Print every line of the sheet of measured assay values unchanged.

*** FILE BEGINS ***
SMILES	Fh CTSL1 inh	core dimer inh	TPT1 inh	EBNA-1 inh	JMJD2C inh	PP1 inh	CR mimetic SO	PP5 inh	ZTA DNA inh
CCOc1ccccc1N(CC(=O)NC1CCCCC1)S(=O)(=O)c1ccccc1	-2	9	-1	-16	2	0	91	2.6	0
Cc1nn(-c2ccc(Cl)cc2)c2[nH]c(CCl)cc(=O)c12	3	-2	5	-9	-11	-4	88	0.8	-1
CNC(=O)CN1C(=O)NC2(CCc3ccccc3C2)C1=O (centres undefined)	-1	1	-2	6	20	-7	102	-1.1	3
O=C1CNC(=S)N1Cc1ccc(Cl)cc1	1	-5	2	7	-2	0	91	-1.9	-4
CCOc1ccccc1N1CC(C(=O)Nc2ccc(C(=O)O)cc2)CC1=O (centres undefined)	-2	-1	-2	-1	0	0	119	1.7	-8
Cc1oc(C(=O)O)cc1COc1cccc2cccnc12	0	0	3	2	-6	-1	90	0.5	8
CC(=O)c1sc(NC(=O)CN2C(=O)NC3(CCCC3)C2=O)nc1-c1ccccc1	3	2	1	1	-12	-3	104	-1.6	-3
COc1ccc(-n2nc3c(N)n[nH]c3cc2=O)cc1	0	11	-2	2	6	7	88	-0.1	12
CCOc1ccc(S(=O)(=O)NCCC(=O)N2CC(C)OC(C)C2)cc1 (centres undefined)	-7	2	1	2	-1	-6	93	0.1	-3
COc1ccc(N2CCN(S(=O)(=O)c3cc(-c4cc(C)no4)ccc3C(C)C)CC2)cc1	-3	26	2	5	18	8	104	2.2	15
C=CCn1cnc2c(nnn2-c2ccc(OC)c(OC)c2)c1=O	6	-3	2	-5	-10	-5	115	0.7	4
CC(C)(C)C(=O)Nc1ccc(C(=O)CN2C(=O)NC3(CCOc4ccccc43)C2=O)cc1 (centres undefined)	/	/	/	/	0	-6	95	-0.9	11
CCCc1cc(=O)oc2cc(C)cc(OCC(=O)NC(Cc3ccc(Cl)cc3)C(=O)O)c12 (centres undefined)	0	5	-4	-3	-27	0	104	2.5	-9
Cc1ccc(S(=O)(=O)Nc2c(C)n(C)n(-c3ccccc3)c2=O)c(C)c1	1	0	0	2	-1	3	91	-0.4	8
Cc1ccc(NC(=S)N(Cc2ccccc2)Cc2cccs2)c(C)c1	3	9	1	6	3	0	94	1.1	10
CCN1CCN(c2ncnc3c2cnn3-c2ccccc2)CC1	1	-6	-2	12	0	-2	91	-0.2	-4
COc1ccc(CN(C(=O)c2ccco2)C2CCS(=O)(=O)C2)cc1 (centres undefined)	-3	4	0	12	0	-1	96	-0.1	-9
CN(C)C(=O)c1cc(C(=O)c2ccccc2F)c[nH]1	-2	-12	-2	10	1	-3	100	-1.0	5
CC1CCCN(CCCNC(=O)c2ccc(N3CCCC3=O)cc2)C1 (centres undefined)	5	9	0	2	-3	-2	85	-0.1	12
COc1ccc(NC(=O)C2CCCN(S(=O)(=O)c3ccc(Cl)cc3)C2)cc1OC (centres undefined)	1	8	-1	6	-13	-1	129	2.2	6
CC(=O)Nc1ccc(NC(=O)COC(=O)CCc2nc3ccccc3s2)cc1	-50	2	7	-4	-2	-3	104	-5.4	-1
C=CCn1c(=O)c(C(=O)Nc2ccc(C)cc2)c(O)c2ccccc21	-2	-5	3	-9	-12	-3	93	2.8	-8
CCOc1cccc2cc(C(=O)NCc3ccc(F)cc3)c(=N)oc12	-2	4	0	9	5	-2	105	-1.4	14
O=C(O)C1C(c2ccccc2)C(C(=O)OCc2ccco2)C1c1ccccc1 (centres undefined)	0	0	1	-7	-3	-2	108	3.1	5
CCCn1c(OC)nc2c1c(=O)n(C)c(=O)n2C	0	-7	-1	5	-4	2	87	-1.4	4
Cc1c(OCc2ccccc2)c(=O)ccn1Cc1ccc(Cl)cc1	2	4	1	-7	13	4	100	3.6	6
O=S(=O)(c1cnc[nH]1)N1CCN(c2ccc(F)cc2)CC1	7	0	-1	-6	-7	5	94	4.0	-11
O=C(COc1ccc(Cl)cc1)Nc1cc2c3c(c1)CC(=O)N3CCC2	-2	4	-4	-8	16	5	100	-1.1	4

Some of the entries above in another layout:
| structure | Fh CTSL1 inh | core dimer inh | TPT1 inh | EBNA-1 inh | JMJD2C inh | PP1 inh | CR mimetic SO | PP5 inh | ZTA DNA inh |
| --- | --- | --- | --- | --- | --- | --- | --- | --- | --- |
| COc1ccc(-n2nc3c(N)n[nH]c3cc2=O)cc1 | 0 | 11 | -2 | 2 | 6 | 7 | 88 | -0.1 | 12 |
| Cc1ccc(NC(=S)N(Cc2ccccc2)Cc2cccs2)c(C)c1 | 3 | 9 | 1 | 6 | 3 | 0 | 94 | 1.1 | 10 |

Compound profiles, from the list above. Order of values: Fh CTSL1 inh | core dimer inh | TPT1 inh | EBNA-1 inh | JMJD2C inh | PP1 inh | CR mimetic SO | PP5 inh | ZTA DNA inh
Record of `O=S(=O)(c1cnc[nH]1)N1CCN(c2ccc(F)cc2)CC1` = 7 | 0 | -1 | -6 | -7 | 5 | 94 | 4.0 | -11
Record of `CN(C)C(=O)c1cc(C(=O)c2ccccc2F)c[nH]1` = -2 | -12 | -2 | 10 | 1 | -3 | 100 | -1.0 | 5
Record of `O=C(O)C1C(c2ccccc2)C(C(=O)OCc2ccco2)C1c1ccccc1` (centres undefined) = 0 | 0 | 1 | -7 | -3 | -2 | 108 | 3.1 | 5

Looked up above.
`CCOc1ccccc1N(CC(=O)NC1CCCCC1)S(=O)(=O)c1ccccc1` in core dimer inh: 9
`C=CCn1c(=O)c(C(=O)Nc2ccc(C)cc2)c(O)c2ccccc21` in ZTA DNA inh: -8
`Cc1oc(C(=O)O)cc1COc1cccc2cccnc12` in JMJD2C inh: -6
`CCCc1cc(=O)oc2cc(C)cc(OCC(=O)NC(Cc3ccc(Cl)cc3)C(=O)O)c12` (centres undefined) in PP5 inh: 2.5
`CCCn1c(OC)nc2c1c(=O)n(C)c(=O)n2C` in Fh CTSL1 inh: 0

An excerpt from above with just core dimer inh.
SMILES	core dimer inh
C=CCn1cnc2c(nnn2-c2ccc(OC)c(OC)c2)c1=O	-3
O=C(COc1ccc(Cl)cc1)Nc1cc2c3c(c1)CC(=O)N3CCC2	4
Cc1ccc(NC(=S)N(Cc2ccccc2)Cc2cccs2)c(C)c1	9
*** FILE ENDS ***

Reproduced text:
SMILES	Fh CTSL1 inh	core dimer inh	TPT1 inh	EBNA-1 inh	JMJD2C inh	PP1 inh	CR mimetic SO	PP5 inh	ZTA DNA inh
CCOc1ccccc1N(CC(=O)NC1CCCCC1)S(=O)(=O)c1ccccc1	-2	9	-1	-16	2	0	91	2.6	0
Cc1nn(-c2ccc(Cl)cc2)c2[nH]c(CCl)cc(=O)c12	3	-2	5	-9	-11	-4	88	0.8	-1
CNC(=O)CN1C(=O)NC2(CCc3ccccc3C2)C1=O (centres undefined)	-1	1	-2	6	20	-7	102	-1.1	3
O=C1CNC(=S)N1Cc1ccc(Cl)cc1	1	-5	2	7	-2	0	91	-1.9	-4
CCOc1ccccc1N1CC(C(=O)Nc2ccc(C(=O)O)cc2)CC1=O (centres undefined)	-2	-1	-2	-1	0	0	119	1.7	-8
Cc1oc(C(=O)O)cc1COc1cccc2cccnc12	0	0	3	2	-6	-1	90	0.5	8
CC(=O)c1sc(NC(=O)CN2C(=O)NC3(CCCC3)C2=O)nc1-c1ccccc1	3	2	1	1	-12	-3	104	-1.6	-3
COc1ccc(-n2nc3c(N)n[nH]c3cc2=O)cc1	0	11	-2	2	6	7	88	-0.1	12
CCOc1ccc(S(=O)(=O)NCCC(=O)N2CC(C)OC(C)C2)cc1 (centres undefined)	-7	2	1	2	-1	-6	93	0.1	-3
COc1ccc(N2CCN(S(=O)(=O)c3cc(-c4cc(C)no4)ccc3C(C)C)CC2)cc1	-3	26	2	5	18	8	104	2.2	15
C=CCn1cnc2c(nnn2-c2ccc(OC)c(OC)c2)c1=O	6	-3	2	-5	-10	-5	115	0.7	4
CC(C)(C)C(=O)Nc1ccc(C(=O)CN2C(=O)NC3(CCOc4ccccc43)C2=O)cc1 (centres undefined)	/	/	/	/	0	-6	95	-0.9	11
CCCc1cc(=O)oc2cc(C)cc(OCC(=O)NC(Cc3ccc(Cl)cc3)C(=O)O)c12 (centres undefined)	0	5	-4	-3	-27	0	104	2.5	-9
Cc1ccc(S(=O)(=O)Nc2c(C)n(C)n(-c3ccccc3)c2=O)c(C)c1	1	0	0	2	-1	3	91	-0.4	8
Cc1ccc(NC(=S)N(Cc2ccccc2)Cc2cccs2)c(C)c1	3	9	1	6	3	0	94	1.1	10
CCN1CCN(c2ncnc3c2cnn3-c2ccccc2)CC1	1	-6	-2	12	0	-2	91	-0.2	-4
COc1ccc(CN(C(=O)c2ccco2)C2CCS(=O)(=O)C2)cc1 (centres undefined)	-3	4	0	12	0	-1	96	-0.1	-9
CN(C)C(=O)c1cc(C(=O)c2ccccc2F)c[nH]1	-2	-12	-2	10	1	-3	100	-1.0	5
CC1CCCN(CCCNC(=O)c2ccc(N3CCCC3=O)cc2)C1 (centres undefined)	5	9	0	2	-3	-2	85	-0.1	12
COc1ccc(NC(=O)C2CCCN(S(=O)(=O)c3ccc(Cl)cc3)C2)cc1OC (centres undefined)	1	8	-1	6	-13	-1	129	2.2	6
CC(=O)Nc1ccc(NC(=O)COC(=O)CCc2nc3ccccc3s2)cc1	-50	2	7	-4	-2	-3	104	-5.4	-1
C=CCn1c(=O)c(C(=O)Nc2ccc(C)cc2)c(O)c2ccccc21	-2	-5	3	-9	-12	-3	93	2.8	-8
CCOc1cccc2cc(C(=O)NCc3ccc(F)cc3)c(=N)oc12	-2	4	0	9	5	-2	105	-1.4	14
O=C(O)C1C(c2ccccc2)C(C(=O)OCc2ccco2)C1c1ccccc1 (centres undefined)	0	0	1	-7	-3	-2	108	3.1	5
CCCn1c(OC)nc2c1c(=O)n(C)c(=O)n2C	0	-7	-1	5	-4	2	87	-1.4	4
Cc1c(OCc2ccccc2)c(=O)ccn1Cc1ccc(Cl)cc1	2	4	1	-7	13	4	100	3.6	6
O=S(=O)(c1cnc[nH]1)N1CCN(c2ccc(F)cc2)CC1	7	0	-1	-6	-7	5	94	4.0	-11
O=C(COc1ccc(Cl)cc1)Nc1cc2c3c(c1)CC(=O)N3CCC2	-2	4	-4	-8	16	5	100	-1.1	4

Some of the entries above in another layout:
| structure | Fh CTSL1 inh | core dimer inh | TPT1 inh | EBNA-1 inh | JMJD2C inh | PP1 inh | CR mimetic SO | PP5 inh | ZTA DNA inh |
| --- | --- | --- | --- | --- | --- | --- | --- | --- | --- |
| COc1ccc(-n2nc3c(N)n[nH]c3cc2=O)cc1 | 0 | 11 | -2 | 2 | 6 | 7 | 88 | -0.1 | 12 |
| Cc1ccc(NC(=S)N(Cc2ccccc2)Cc2cccs2)c(C)c1 | 3 | 9 | 1 | 6 | 3 | 0 | 94 | 1.1 | 10 |

Compound profiles, from the list above. Order of values: Fh CTSL1 inh | core dimer inh | TPT1 inh | EBNA-1 inh | JMJD2C inh | PP1 inh | CR mimetic SO | PP5 inh | ZTA DNA inh
Record of `O=S(=O)(c1cnc[nH]1)N1CCN(c2ccc(F)cc2)CC1` = 7 | 0 | -1 | -6 | -7 | 5 | 94 | 4.0 | -11
Record of `CN(C)C(=O)c1cc(C(=O)c2ccccc2F)c[nH]1` = -2 | -12 | -2 | 10 | 1 | -3 | 100 | -1.0 | 5
Record of `O=C(O)C1C(c2ccccc2)C(C(=O)OCc2ccco2)C1c1ccccc1` (centres undefined) = 0 | 0 | 1 | -7 | -3 | -2 | 108 | 3.1 | 5

Looked up above.
`CCOc1ccccc1N(CC(=O)NC1CCCCC1)S(=O)(=O)c1ccccc1` in core dimer inh: 9
`C=CCn1c(=O)c(C(=O)Nc2ccc(C)cc2)c(O)c2ccccc21` in ZTA DNA inh: -8
`Cc1oc(C(=O)O)cc1COc1cccc2cccnc12` in JMJD2C inh: -6
`CCCc1cc(=O)oc2cc(C)cc(OCC(=O)NC(Cc3ccc(Cl)cc3)C(=O)O)c12` (centres undefined) in PP5 inh: 2.5
`CCCn1c(OC)nc2c1c(=O)n(C)c(=O)n2C` in Fh CTSL1 inh: 0

An excerpt from above with just core dimer inh.
SMILES	core dimer inh
C=CCn1cnc2c(nnn2-c2ccc(OC)c(OC)c2)c1=O	-3
O=C(COc1ccc(Cl)cc1)Nc1cc2c3c(c1)CC(=O)N3CCC2	4
Cc1ccc(NC(=S)N(Cc2ccccc2)Cc2cccs2)c(C)c1	9